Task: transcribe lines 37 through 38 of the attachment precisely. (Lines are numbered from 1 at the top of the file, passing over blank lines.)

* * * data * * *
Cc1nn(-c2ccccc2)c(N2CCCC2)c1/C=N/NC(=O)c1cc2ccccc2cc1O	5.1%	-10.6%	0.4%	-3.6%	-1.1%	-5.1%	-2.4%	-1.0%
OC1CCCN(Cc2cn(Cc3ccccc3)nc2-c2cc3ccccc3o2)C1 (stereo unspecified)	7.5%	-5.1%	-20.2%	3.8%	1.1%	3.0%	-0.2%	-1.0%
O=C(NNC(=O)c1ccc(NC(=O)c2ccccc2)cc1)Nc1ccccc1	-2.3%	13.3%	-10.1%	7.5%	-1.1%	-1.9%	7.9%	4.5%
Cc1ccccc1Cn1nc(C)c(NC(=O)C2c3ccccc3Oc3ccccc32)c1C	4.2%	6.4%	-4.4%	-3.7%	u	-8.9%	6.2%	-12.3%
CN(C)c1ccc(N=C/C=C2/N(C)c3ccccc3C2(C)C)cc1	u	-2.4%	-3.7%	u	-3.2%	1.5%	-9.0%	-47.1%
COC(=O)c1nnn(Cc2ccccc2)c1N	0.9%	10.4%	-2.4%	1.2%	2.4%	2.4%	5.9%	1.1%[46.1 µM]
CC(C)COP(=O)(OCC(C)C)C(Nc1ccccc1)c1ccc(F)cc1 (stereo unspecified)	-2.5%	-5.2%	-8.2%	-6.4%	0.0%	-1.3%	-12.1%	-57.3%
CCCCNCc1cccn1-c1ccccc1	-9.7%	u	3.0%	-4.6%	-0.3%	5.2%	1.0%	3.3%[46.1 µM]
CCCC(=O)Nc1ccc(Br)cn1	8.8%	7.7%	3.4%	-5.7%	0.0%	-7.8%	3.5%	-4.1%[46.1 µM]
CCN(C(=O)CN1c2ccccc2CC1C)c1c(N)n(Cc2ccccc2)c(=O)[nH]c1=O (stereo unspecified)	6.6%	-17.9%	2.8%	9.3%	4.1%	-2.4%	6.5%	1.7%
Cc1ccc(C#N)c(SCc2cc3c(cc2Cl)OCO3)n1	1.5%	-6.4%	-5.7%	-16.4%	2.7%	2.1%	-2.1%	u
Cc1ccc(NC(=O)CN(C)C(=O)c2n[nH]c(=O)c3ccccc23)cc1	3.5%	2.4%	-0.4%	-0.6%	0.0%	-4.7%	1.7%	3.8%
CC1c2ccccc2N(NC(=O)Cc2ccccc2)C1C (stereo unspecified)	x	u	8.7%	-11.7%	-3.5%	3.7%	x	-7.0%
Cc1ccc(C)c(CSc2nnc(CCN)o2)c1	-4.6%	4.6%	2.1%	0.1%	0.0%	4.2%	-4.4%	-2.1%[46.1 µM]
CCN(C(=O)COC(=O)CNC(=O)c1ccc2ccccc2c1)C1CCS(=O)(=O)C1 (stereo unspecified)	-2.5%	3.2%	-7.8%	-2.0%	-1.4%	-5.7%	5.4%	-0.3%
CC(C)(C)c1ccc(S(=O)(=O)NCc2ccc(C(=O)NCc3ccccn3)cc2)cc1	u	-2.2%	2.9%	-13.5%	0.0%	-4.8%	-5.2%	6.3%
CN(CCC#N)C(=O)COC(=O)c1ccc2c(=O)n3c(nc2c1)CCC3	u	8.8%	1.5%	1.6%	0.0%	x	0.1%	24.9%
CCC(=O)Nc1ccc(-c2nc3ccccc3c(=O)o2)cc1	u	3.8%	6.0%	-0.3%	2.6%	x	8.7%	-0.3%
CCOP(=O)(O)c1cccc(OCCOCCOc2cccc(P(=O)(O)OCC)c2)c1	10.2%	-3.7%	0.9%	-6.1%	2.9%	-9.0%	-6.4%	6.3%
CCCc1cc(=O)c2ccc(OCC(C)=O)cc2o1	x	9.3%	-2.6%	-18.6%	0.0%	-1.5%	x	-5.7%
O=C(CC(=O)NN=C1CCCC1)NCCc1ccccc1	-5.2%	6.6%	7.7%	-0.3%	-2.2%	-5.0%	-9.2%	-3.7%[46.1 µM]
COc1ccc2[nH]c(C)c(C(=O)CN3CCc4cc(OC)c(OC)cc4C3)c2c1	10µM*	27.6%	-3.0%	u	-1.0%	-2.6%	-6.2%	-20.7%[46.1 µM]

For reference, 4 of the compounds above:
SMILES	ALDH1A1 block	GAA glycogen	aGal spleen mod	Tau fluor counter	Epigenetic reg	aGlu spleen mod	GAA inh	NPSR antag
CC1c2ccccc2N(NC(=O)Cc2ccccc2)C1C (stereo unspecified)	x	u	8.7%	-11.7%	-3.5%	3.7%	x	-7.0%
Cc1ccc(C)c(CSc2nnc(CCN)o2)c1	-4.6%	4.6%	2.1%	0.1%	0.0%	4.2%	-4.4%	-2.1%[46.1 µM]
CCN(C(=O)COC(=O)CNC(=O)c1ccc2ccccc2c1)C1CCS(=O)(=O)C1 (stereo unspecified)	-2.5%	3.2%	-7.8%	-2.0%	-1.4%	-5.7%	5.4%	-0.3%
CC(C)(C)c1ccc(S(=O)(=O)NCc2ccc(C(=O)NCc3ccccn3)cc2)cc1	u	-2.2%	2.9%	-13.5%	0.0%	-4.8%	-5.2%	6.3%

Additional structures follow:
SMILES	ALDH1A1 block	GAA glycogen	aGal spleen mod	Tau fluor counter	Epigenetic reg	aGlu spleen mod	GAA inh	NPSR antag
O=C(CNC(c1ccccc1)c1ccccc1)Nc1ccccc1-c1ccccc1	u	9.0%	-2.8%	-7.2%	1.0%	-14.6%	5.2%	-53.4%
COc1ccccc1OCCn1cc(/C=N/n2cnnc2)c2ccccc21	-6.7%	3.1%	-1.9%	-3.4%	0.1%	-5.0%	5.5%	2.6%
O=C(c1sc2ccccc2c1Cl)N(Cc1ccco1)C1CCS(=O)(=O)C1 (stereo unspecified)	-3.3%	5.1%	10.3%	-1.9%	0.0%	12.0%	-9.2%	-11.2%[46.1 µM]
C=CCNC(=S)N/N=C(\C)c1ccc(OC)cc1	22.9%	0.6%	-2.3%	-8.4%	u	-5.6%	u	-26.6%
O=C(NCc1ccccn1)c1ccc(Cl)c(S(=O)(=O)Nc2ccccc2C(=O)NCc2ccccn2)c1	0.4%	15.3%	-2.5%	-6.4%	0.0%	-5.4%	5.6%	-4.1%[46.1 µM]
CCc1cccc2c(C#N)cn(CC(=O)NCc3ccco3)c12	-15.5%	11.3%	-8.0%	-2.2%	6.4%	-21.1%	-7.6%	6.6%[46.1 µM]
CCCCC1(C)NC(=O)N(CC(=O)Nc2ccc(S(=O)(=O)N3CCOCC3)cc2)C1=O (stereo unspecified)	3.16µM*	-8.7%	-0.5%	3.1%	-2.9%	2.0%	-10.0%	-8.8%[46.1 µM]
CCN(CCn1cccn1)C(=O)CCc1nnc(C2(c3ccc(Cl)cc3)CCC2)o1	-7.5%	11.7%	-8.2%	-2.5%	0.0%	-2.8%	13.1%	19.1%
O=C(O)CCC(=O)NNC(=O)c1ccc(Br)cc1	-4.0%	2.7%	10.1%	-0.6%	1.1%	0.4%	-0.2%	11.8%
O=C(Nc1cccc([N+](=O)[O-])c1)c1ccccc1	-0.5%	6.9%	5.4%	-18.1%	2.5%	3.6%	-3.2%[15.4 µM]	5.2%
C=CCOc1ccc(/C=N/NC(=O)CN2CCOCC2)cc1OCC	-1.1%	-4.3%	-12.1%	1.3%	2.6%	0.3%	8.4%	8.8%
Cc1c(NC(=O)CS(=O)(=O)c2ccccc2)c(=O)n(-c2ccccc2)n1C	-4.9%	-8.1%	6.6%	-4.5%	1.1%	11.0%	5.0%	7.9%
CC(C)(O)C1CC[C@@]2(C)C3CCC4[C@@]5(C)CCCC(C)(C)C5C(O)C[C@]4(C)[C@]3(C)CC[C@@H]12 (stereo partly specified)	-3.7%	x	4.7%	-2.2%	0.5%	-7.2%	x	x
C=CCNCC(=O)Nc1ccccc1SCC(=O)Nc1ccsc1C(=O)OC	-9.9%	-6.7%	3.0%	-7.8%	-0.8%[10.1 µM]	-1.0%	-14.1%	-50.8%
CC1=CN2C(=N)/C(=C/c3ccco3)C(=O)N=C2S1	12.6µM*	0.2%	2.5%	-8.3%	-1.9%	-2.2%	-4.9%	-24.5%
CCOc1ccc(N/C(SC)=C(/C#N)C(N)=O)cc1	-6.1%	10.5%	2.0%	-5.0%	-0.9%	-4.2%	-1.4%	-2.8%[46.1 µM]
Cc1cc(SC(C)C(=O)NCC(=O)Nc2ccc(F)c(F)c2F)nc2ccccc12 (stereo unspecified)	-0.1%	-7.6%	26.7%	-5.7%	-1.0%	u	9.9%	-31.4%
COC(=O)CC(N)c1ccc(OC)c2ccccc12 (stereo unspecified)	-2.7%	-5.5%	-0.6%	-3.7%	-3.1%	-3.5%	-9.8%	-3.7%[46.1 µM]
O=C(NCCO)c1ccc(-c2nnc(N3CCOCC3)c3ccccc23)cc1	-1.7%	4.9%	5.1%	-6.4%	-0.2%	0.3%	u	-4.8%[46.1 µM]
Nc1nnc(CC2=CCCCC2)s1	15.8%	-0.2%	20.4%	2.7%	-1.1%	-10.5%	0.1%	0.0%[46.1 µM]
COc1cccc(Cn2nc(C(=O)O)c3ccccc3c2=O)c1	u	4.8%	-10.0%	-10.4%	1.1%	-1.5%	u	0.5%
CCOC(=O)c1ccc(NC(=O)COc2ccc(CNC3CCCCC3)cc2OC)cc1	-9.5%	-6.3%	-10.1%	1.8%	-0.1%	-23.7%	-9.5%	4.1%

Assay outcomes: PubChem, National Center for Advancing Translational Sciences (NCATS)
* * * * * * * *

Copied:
CCCCC1(C)NC(=O)N(CC(=O)Nc2ccc(S(=O)(=O)N3CCOCC3)cc2)C1=O (stereo unspecified)	3.16µM*	-8.7%	-0.5%	3.1%	-2.9%	2.0%	-10.0%	-8.8%[46.1 µM]
CCN(CCn1cccn1)C(=O)CCc1nnc(C2(c3ccc(Cl)cc3)CCC2)o1	-7.5%	11.7%	-8.2%	-2.5%	0.0%	-2.8%	13.1%	19.1%